Monthly Archive for March, 2012

DB! March Announcements

Davis Bicycles!
Late March Announcements

Tireside Chat with Ted Buehler: History of Bicycling in Davis
Sunday, Apr. 1, 4:00 pm
U.S. Bicycling Hall of Fame, 3rd and B Streets

Davis bicycling researcher Ted Buehler is the featured speaker for the first of two “Tireside Chats” on the history of bicycling in Davis. Ted’s presentation is based on his master’s thesis research at the UC Davis Institute of Transportation Studies. The first public presentation of Buehler’s research famously filled the Davis Varsity Theater in February 2007 when Davis Bicycles! was founded. Ted will present the seeds of policy favoring the bicycle in the 1950s and early 60s supported by UC Davis, grassroots organizing and the election of a pro-bike slate of city council members in 1966 and the first bike lanes in 1967. He will also present highlights of support for bicycling since the 1960s, the rebirth of bicycle advocacy in Davis since 2005. He will conclude by discussing possible next steps for Davis. In addition to founding Davis Bicycles! in 2007, Ted also co-founded the Bike Church, now the Davis Bike Collective. He currently lives in Portland where he participates in the Bike Temple and the advocacy group Active Right of Way.

The City of Davis this year is observing the 45th anniversary of bike lanes. The U.S. Bicycling Hall of Fame will host an additional presentation on this history on Sunday, April 15, also at 4pm. This Tireside Chat will feature former Davis city council member Maynard Skinner who was elected in 1966, and former Public Works Director Dave Pelz who helped design and implement the first Davis bike lanes.

Both talks will conclude around 5pm, leaving time for participants to ask questions and meet the speakers.  Admission is free for members of the USBHOF and Davis Bike Club, or is included with the daily Hall of Fame admission fee of $3 Student/Senior and $5 General.

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‘Being the change’ to ride our bikes more

Although I do a lot of bicycling for exercise and recreation, staying motivated to keep doing it is still a challenge for me. Many of us have aspirations to start riding, to ride our bikes more frequently and farther, or to ride up hills. Social rides and challenges offered by the Davis Bike Club and other groups are a great way to motivate oneself.

After moving from San Francisco to Davis several years ago, I missed the many hills and interesting sights. So I was less inspired to ride and missed getting as much exercise biking compared to before.

Then I joined the Davis Bike Club and signed up for its “March Madness.” To participate, you choose a challenging mileage goal for the month of March and pay a registration fee. You are on the honor system as you ride to your goal. Any miles you ride your bike count: around town, to work, to school or long excursions. Proceeds go to school bike safety efforts.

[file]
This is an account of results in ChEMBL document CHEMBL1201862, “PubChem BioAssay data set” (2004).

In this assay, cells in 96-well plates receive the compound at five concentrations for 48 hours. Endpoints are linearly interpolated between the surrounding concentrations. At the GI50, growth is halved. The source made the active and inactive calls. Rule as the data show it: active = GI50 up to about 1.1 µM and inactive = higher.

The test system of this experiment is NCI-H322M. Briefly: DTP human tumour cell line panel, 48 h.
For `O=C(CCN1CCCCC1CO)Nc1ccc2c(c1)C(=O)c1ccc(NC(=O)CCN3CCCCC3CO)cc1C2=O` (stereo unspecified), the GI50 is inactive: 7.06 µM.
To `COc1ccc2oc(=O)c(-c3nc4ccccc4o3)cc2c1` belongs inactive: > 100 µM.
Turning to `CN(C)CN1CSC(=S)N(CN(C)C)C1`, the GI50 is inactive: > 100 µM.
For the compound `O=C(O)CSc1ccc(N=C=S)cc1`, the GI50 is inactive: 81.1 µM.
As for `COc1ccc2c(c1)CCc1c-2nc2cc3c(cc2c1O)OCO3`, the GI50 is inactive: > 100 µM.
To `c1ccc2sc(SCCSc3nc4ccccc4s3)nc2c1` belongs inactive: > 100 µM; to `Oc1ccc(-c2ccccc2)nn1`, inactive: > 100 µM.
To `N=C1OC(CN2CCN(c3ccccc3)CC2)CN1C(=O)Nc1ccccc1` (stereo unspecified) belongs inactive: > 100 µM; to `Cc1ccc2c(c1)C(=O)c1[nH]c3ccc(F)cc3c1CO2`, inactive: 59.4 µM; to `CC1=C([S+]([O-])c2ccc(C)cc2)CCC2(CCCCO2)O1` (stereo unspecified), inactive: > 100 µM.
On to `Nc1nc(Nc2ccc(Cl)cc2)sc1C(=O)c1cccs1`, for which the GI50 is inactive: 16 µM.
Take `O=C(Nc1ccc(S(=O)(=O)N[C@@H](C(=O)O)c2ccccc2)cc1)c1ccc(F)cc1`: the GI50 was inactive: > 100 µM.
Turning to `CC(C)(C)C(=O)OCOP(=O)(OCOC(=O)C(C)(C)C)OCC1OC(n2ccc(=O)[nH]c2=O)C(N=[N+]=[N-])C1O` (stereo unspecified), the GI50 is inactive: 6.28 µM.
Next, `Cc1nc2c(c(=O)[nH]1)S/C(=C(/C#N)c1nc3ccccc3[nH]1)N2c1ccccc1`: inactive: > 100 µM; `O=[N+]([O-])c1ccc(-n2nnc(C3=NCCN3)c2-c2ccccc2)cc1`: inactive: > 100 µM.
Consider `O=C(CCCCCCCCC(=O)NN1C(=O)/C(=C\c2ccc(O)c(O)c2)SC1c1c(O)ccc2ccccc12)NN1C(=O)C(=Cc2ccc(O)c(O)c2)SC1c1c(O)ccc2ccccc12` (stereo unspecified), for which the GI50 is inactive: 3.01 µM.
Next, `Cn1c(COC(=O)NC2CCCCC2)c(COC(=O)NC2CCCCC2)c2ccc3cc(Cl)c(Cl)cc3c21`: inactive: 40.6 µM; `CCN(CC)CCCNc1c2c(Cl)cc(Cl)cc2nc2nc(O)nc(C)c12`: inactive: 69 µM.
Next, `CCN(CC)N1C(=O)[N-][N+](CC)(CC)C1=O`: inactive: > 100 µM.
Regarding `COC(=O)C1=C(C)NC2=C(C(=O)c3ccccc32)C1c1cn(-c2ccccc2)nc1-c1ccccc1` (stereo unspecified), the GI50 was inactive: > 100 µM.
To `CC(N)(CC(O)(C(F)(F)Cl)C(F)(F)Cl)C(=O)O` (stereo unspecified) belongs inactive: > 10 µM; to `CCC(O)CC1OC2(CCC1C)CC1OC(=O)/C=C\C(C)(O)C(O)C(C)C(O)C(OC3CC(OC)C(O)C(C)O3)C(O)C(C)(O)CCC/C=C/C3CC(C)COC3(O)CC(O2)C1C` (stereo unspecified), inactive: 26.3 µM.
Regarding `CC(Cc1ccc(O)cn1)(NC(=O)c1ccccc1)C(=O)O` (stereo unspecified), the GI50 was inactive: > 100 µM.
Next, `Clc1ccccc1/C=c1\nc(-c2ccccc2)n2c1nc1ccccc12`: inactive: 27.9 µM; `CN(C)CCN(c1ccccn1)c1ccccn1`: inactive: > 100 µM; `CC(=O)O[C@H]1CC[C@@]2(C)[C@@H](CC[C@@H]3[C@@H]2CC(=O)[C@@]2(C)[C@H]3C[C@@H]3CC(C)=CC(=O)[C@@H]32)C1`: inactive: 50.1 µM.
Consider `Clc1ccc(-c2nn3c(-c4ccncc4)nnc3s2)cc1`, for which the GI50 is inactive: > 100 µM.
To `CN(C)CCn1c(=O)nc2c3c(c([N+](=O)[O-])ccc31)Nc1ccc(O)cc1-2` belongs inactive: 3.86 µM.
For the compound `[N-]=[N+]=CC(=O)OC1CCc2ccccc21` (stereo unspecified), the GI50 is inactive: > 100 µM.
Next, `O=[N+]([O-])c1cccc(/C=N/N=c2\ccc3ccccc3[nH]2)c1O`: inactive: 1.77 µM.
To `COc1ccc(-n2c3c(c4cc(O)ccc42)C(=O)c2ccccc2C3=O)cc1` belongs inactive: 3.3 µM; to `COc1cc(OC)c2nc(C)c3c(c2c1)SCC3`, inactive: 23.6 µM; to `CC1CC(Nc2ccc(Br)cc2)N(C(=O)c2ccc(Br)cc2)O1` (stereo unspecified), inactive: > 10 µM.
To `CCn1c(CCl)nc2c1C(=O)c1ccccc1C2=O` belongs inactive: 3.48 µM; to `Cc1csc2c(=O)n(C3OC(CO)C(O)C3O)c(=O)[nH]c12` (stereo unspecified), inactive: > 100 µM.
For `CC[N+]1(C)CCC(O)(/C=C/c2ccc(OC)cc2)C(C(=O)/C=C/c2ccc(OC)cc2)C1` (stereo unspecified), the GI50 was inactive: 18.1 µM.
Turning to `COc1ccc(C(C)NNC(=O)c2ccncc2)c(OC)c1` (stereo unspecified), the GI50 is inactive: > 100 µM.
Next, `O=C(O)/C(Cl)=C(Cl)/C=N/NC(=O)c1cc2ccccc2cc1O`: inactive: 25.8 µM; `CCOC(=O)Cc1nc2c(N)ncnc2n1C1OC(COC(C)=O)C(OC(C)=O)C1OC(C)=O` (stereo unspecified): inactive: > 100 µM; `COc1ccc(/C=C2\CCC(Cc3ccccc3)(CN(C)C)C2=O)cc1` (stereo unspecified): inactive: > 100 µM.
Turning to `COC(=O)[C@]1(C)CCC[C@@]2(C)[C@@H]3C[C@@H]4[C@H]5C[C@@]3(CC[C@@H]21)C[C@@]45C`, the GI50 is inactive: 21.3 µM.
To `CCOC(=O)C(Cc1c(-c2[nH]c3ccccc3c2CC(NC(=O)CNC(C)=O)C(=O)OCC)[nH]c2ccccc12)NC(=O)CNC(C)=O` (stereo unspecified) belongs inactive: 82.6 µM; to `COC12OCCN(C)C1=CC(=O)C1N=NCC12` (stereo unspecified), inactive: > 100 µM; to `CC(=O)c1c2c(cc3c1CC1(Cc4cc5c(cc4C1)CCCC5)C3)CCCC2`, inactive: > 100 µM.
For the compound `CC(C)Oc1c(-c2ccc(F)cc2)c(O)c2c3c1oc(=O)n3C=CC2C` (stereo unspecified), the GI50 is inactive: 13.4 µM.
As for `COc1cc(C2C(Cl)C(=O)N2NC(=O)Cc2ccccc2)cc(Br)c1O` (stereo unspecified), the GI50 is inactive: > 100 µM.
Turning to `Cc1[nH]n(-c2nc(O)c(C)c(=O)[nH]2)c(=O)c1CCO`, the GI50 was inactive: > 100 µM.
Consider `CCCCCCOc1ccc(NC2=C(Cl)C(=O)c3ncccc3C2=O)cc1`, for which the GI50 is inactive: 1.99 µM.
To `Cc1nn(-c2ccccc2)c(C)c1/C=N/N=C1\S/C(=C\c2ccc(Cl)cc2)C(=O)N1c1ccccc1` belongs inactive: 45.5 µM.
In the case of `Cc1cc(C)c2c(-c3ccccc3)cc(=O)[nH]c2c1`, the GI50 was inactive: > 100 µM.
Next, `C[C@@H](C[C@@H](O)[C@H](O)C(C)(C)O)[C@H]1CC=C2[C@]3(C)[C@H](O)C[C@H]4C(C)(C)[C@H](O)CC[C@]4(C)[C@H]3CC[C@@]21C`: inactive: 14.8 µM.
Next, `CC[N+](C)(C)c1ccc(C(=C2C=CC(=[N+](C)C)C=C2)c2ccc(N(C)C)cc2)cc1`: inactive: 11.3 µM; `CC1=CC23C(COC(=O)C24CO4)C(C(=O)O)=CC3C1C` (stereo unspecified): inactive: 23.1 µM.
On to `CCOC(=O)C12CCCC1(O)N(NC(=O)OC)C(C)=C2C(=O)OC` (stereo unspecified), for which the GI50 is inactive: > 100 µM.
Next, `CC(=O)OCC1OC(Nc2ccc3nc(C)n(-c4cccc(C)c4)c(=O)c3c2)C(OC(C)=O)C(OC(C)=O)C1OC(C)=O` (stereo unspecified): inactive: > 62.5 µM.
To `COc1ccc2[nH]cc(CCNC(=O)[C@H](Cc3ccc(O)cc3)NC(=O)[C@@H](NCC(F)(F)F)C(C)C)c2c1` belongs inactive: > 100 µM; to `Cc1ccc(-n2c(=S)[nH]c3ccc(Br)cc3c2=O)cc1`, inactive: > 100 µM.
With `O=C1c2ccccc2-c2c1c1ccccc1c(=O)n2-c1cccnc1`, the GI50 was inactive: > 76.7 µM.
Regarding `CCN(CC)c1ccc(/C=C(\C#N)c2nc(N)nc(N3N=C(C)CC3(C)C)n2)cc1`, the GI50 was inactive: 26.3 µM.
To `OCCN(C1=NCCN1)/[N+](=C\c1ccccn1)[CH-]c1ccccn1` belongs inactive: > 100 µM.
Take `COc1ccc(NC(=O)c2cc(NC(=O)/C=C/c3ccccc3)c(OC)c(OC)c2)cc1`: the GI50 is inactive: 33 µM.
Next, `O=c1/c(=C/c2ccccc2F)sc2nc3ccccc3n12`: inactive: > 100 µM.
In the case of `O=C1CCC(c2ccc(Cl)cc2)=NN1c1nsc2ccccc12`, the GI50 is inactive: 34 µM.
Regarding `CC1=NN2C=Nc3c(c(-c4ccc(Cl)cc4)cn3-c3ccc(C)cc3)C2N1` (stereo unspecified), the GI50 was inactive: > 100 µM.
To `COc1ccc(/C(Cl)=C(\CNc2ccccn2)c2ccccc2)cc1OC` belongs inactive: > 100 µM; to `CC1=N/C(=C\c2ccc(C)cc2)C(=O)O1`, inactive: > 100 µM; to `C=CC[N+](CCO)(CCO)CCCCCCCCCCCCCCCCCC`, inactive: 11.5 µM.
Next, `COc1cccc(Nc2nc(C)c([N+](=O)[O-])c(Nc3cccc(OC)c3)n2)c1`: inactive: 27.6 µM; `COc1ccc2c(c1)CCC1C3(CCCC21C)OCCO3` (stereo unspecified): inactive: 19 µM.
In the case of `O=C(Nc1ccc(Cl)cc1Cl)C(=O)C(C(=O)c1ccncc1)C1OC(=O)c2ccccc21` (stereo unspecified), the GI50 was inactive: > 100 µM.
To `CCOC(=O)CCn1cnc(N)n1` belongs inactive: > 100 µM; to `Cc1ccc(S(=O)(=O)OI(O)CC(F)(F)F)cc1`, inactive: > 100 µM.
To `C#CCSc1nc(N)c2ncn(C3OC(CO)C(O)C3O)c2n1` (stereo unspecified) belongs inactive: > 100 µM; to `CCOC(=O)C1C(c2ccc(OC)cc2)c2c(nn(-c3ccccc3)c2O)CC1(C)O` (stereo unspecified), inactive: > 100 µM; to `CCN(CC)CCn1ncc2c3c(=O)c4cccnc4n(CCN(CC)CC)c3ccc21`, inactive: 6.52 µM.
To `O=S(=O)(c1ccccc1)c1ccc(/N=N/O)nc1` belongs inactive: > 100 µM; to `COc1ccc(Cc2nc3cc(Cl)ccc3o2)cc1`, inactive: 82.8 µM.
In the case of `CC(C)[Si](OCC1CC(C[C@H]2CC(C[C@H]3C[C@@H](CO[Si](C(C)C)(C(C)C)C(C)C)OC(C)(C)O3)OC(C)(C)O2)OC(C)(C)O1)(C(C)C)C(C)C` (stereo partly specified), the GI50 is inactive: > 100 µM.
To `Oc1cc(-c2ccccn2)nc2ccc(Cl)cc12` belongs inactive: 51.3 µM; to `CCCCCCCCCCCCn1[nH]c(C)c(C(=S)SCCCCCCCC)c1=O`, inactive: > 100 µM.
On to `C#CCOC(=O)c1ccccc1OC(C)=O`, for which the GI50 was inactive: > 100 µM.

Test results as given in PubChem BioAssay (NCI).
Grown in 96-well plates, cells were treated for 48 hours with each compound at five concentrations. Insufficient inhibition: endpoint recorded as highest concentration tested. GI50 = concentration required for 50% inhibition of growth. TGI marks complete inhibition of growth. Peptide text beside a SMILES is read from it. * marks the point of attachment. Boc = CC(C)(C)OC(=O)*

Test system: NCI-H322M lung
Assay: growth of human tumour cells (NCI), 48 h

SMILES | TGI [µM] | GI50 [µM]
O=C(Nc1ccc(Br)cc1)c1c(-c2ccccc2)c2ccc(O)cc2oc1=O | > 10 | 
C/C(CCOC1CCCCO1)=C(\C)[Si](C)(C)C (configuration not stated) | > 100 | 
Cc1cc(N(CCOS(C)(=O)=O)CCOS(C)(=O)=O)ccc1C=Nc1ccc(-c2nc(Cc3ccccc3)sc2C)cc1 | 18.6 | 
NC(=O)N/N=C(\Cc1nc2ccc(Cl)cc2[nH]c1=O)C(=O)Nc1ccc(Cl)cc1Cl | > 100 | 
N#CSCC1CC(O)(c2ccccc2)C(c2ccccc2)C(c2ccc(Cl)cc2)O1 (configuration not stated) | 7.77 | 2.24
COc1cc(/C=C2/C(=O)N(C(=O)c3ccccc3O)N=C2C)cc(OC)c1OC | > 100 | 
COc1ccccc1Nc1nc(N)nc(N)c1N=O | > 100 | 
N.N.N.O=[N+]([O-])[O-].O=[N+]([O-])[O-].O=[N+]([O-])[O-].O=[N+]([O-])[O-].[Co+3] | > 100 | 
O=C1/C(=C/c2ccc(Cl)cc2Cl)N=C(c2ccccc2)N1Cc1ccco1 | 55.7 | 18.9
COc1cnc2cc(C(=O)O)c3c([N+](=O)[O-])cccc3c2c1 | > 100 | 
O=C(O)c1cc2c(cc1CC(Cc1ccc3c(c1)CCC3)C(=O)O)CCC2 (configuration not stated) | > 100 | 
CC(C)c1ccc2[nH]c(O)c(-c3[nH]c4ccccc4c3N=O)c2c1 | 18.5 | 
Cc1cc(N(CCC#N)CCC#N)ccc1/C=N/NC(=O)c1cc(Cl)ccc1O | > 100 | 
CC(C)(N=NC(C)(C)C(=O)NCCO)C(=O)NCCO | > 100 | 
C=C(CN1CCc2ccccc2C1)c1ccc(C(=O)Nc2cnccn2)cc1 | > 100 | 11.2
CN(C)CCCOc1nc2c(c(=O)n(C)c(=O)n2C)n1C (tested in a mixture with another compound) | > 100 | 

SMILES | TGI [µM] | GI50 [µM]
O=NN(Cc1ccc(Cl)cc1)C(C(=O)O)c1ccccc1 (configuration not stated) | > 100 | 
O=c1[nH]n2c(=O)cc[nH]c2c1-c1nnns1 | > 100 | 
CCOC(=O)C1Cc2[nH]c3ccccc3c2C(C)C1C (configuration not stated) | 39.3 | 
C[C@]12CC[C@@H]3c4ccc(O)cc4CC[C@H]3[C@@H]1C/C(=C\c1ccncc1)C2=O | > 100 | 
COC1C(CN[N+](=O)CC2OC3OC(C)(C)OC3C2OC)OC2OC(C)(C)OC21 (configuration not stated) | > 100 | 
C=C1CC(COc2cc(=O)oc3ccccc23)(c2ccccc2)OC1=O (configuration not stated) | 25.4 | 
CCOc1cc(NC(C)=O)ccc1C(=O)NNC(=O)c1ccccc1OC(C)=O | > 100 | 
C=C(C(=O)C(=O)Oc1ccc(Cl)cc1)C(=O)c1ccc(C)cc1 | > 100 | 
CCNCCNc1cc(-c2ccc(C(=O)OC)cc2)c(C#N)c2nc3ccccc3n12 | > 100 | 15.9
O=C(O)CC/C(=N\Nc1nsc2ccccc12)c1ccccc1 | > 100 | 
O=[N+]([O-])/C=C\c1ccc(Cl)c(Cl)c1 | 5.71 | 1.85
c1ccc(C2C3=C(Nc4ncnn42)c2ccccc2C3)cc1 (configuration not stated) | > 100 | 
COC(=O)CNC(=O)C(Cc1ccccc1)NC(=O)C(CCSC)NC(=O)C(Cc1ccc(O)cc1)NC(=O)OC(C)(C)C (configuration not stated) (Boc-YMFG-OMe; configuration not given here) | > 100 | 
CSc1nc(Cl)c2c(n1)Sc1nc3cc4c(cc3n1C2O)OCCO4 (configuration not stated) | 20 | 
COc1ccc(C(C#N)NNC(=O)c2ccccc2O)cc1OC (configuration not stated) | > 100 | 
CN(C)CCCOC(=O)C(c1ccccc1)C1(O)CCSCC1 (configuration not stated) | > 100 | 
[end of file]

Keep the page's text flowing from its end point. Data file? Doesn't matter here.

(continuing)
After I started participating in this challenge, I was riding more than ever. From there, I proceeded to fulfill lifelong ambitions to ride the Big Sur coast and the 200-mile Davis Double Century.

Currently, I am helping to organize and lead a series of hill climbing rides with DBC. We started with a modest amount of hill climbing, and are working our way up step by step to mountain-size ascents.

At the same time, another informal group is training for the “Cinderella Classic,” a 65-mile womens’ ride a few weeks from now. This informal group is organized by my friend Susan Ashdown, who embodies what this essay is about: inspiring and motivating less experienced bicyclists.

Like me, Susan doesn’t claim to be the expert with all the answers about training for longer rides. “I am what you call a spark,” she says. “If I don’t know the answer I will try to find it and get back to you.”

She became the organizer “… because I always wanted to provide a connection point for women to cycle together, to provide a supportive place. I had gathered a few good folks to help them begin cycling further than the grocery store.”

Susan’s training group often has multiple rides a week. Since they started training in January, their long weekend rides have increased by five miles each week, with gradually more hill climbing. Participants include a large age spread, and a few men.

A recent training ride for the Cinderella Classic enjoyed a stop at Danny's Donuts in Old Sacramento.

In addition to March Madness, the Davis Bike Club offers its members two yearlong challenges: riding a century (100-mile ride) or a metric century (100 km, or 62 miles), once a month. A hill climbing challenge is planned for April. More information on these and Susan’s group rides are at

Susan, who plans to organize more training rides throughout the year, sums things up better that I can:

“It comes down to people wanting to do these things: cycling, or raising funds for others. They just need the connection point and spark. I guess that is what I provide.

“I feel, and I know others do as well, that cycling is a way they can contribute to others in need and ‘be the change.’ Often not only being the change for others in need, but also in their own life by making the donation or by cycling in a fundraising event, creating a ‘hero’ effect.

“Because that is what people are when they step out of their own world and step up to say ‘yes, I will be the change’ for you.”

— Russell Reagan produces the online newsletter of the Davis Bicycles! advocacy group.

Bicycling challenges and Davis Cinderella Group contact info.

These are some opportunities for distance riding challenges and group training rides described in the DB! column in the Enterprise on Friday, March 2.

The Davis Bike Club offers these mileage challenges:

The Hill Climbing ride series is also among the many rides organized by DBC.

Susan Ashdown’s Davis Cinderella Training Group is on Facebook. If you’re not on Facebook, contact Susan via e-mail: